Non–performing loans rise through the extension of the Loan Moratorium Support


The expansion of the repayment deferral support by the central bank has resulted in the rise of the Non-Performing Loans (NPL)s in the first quarter of this year. It is stipulated that the facility has been misused by the habitual defaulters which were provided to the pandemic-hit-borrowers. Banks should take some effective measures to cope up with the economic slowdown situation.


The reason behind banks giving loans is to get back the money with some sort of interest as profit within the repayment schedule. If they cannot recover money from the exceeding client number they had precaution for in due time, then it creates a serious problem in running banking operation.

As a normal precaution by the banks, the provision is normally 1.0 percent against all advances as due to many reasons there might be non-performing loans. An NPL is a loan in which the borrower is default and hasn’t made any scheduled payments of principal or interest for some time. The International Monetary Fund considers loans that are less than 90 days past due as nonperforming if there’s high uncertainty surrounding future payments.

So, the number of loans that fall under the category of classified loans are called non-performing loans. In the classified loans, the banks fail to collect either the interest or the principal amount or both from the borrower. This NPL ratio is higher in Bangladesh compared to the International level which is almost 2.0 percent or below.

Whereas in Bangladesh, NPLs stood at Tk 95,085 crore in March, up 7.1 percent from three months earlier and 2.8 percent year-on-year, data from the Bangladesh Bank showed. The ratios were 10.30 percent in 2018 and 9.32 percent in 2019.

However, the ratio changed from the last year in March, when the central bank allowed the borrowers who took three categories of loans- term, demand and working capital to perceive the loan deferral support. As a result, default loans went up substantially within April this year and prevented the downgrading of borrowers.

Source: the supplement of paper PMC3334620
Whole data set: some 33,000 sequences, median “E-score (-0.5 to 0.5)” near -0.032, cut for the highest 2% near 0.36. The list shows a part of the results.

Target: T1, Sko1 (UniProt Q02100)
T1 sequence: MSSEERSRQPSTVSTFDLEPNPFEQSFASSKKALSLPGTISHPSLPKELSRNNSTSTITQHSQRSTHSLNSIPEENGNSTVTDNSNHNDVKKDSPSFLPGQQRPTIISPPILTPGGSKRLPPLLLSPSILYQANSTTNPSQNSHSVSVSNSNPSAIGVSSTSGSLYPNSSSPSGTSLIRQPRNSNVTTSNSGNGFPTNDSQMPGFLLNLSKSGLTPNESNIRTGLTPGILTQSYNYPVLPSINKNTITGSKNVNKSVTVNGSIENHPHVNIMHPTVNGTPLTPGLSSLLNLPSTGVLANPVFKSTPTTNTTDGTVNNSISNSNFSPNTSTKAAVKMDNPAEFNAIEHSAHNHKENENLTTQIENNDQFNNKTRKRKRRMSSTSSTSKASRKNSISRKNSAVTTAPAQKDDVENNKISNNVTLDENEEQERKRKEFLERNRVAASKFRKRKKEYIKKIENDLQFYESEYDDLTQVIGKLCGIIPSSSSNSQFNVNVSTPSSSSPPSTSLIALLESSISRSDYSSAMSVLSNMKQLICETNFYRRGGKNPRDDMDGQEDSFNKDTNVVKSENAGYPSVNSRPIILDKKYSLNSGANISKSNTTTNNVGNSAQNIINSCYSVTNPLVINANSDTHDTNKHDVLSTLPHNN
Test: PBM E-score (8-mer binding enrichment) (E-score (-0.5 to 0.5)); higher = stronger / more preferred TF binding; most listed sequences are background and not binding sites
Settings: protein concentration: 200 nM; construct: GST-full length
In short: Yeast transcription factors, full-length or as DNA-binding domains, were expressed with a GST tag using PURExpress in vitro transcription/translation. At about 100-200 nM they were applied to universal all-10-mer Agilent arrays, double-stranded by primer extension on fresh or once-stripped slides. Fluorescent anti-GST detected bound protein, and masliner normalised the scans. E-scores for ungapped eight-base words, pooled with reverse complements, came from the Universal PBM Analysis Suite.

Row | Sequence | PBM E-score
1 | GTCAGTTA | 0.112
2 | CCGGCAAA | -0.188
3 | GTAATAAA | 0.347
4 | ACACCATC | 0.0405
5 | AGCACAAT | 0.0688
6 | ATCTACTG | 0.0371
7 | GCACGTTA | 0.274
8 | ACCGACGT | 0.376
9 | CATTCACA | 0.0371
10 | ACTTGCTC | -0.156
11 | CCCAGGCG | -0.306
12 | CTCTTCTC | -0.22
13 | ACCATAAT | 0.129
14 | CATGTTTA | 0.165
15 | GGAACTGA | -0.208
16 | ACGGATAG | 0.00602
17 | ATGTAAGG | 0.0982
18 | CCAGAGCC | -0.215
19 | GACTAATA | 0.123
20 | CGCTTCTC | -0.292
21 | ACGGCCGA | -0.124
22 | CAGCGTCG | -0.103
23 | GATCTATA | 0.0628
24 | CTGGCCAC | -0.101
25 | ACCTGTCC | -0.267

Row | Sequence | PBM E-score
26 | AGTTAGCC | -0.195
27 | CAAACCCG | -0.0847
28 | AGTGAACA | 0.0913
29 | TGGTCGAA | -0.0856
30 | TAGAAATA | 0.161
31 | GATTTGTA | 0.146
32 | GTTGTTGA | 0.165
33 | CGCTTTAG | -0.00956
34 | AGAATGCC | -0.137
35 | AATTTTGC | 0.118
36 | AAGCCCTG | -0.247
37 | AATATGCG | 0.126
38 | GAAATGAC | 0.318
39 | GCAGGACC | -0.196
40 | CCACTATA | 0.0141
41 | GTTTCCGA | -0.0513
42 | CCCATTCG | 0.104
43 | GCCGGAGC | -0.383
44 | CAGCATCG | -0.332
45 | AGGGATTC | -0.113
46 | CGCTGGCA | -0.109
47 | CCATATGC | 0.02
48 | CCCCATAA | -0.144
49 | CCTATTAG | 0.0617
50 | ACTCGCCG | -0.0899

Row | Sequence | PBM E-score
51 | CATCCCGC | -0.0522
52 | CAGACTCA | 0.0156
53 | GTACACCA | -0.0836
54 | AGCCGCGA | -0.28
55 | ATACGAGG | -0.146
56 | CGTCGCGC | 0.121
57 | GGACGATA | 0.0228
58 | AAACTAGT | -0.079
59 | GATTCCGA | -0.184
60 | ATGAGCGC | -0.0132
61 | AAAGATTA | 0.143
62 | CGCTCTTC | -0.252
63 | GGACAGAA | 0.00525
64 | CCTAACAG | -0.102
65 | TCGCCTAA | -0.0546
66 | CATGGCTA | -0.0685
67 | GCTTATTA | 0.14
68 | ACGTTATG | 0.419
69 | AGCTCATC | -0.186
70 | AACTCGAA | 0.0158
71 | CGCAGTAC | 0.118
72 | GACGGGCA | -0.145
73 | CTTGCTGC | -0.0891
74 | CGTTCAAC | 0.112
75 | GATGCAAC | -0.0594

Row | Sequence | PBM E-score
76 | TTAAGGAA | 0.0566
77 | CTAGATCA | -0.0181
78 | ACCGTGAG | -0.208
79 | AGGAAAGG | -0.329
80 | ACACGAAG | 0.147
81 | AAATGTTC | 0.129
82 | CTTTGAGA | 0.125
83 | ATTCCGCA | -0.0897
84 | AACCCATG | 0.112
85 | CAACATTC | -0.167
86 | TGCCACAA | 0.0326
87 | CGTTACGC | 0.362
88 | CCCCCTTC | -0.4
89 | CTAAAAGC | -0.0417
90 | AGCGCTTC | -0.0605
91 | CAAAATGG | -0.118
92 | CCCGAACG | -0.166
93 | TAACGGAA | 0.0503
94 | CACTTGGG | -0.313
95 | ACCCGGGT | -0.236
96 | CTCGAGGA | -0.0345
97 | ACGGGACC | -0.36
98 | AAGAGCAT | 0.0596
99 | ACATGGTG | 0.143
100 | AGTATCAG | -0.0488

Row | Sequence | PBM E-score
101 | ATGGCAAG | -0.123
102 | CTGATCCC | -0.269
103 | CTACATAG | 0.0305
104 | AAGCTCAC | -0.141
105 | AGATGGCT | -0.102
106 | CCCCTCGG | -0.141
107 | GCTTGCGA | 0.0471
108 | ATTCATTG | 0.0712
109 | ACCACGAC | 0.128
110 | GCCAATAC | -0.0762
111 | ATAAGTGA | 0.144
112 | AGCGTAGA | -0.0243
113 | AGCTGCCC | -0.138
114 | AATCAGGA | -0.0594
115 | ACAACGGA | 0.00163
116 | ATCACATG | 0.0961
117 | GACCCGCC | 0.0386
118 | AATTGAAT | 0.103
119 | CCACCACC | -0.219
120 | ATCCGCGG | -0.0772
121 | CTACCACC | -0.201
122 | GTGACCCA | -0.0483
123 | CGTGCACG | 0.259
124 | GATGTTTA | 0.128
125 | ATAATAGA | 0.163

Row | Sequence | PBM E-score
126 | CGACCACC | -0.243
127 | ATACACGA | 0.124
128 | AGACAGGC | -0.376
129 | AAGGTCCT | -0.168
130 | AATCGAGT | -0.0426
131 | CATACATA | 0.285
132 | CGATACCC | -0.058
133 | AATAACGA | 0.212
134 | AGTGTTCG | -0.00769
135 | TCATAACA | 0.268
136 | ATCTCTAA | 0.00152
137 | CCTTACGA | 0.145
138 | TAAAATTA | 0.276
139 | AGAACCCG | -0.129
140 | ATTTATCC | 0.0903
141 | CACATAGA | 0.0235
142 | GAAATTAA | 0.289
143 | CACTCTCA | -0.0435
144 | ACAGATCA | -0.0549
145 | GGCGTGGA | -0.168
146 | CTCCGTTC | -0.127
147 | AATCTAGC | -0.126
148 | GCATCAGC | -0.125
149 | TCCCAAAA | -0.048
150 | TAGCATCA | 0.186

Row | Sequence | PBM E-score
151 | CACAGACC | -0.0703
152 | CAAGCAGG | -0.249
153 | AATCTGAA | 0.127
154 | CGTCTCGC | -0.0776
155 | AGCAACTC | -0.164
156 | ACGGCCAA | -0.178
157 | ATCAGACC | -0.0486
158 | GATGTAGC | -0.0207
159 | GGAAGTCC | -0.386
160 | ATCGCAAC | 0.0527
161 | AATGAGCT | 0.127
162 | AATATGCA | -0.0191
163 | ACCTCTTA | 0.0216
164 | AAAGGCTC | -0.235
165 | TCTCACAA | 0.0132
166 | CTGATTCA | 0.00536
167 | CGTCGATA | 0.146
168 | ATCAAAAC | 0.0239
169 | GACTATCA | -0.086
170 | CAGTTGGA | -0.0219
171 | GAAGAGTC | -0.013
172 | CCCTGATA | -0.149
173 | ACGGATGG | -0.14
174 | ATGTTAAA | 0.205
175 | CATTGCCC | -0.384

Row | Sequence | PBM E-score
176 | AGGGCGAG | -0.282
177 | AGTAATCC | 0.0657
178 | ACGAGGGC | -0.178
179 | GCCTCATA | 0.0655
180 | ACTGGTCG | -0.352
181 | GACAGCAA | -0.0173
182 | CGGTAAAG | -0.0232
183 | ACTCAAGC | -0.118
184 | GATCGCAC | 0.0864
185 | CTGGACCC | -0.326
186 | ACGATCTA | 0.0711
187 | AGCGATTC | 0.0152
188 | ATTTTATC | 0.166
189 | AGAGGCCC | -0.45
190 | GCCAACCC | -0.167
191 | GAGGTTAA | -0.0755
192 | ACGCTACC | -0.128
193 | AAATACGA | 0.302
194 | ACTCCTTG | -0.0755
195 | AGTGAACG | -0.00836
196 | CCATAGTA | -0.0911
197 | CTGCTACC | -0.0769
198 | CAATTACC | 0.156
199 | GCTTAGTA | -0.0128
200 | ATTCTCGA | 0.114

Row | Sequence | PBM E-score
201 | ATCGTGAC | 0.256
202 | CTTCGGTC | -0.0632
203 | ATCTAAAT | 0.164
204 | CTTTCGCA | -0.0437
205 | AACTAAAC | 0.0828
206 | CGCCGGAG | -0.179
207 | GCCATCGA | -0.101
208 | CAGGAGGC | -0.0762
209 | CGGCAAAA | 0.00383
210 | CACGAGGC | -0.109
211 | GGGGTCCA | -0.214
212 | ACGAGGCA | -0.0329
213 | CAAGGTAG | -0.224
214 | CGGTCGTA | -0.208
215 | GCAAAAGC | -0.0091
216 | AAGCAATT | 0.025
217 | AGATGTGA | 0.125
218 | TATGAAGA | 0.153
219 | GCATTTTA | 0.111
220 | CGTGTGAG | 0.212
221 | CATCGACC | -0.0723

The loan moratorium facility was introduced last year to help out the businesses to cope up with the unprecedented covid crisis and continued in the first quarter of this year as the situation got no better. The defaulted loans accounted for 8.07 percent of the outstanding loans of Tk 11,77,658 crore in the banking industry in Bangladesh in March. The ratio was 7.66 percent in December.

As Businesses might go through the same slowdown situation in the coming months, the Banks should fortify their provisioning base to absorb the shock, as stipulated by Ahsan H Mansur, executive director of the Policy Research Institute of Bangladesh who is also a former officer of IMF.

Nearly 49 percent of the defaulted loans belonged to nine state-run banks, whose NPLs grew 2.59 percent to Tk 47,537 crore in January to March quarter, compared to the previous quarter. The bad loans in 41 private commercial banks were up 3.64 percent at Tk 45,090 crore. The NPLs for nine foreign banks rose to Tk 2,458 crore from Tk 2,038 crore during the period.

To control NPL, banks might take several measures as suggested by Tanzirul Islam who is Vice president at Credit Rating Information and Services Ltd.

Some of these are, as following:

1.     The banks should strengthen their corporate governance

2.     The banks need to research more on risk management activities.

3.     They should follow objective-oriented governance practice.

4.     They should avoid undue influence and strictly follow banking rules and regulations

5.     They should deeply analyze the borrowers in terms of the viability of the business/project, their marketing strategy of the business, working capital requirements etc

6.     They can review the repayment behavior of the borrower based on their experience and the attitude of the management of their business.

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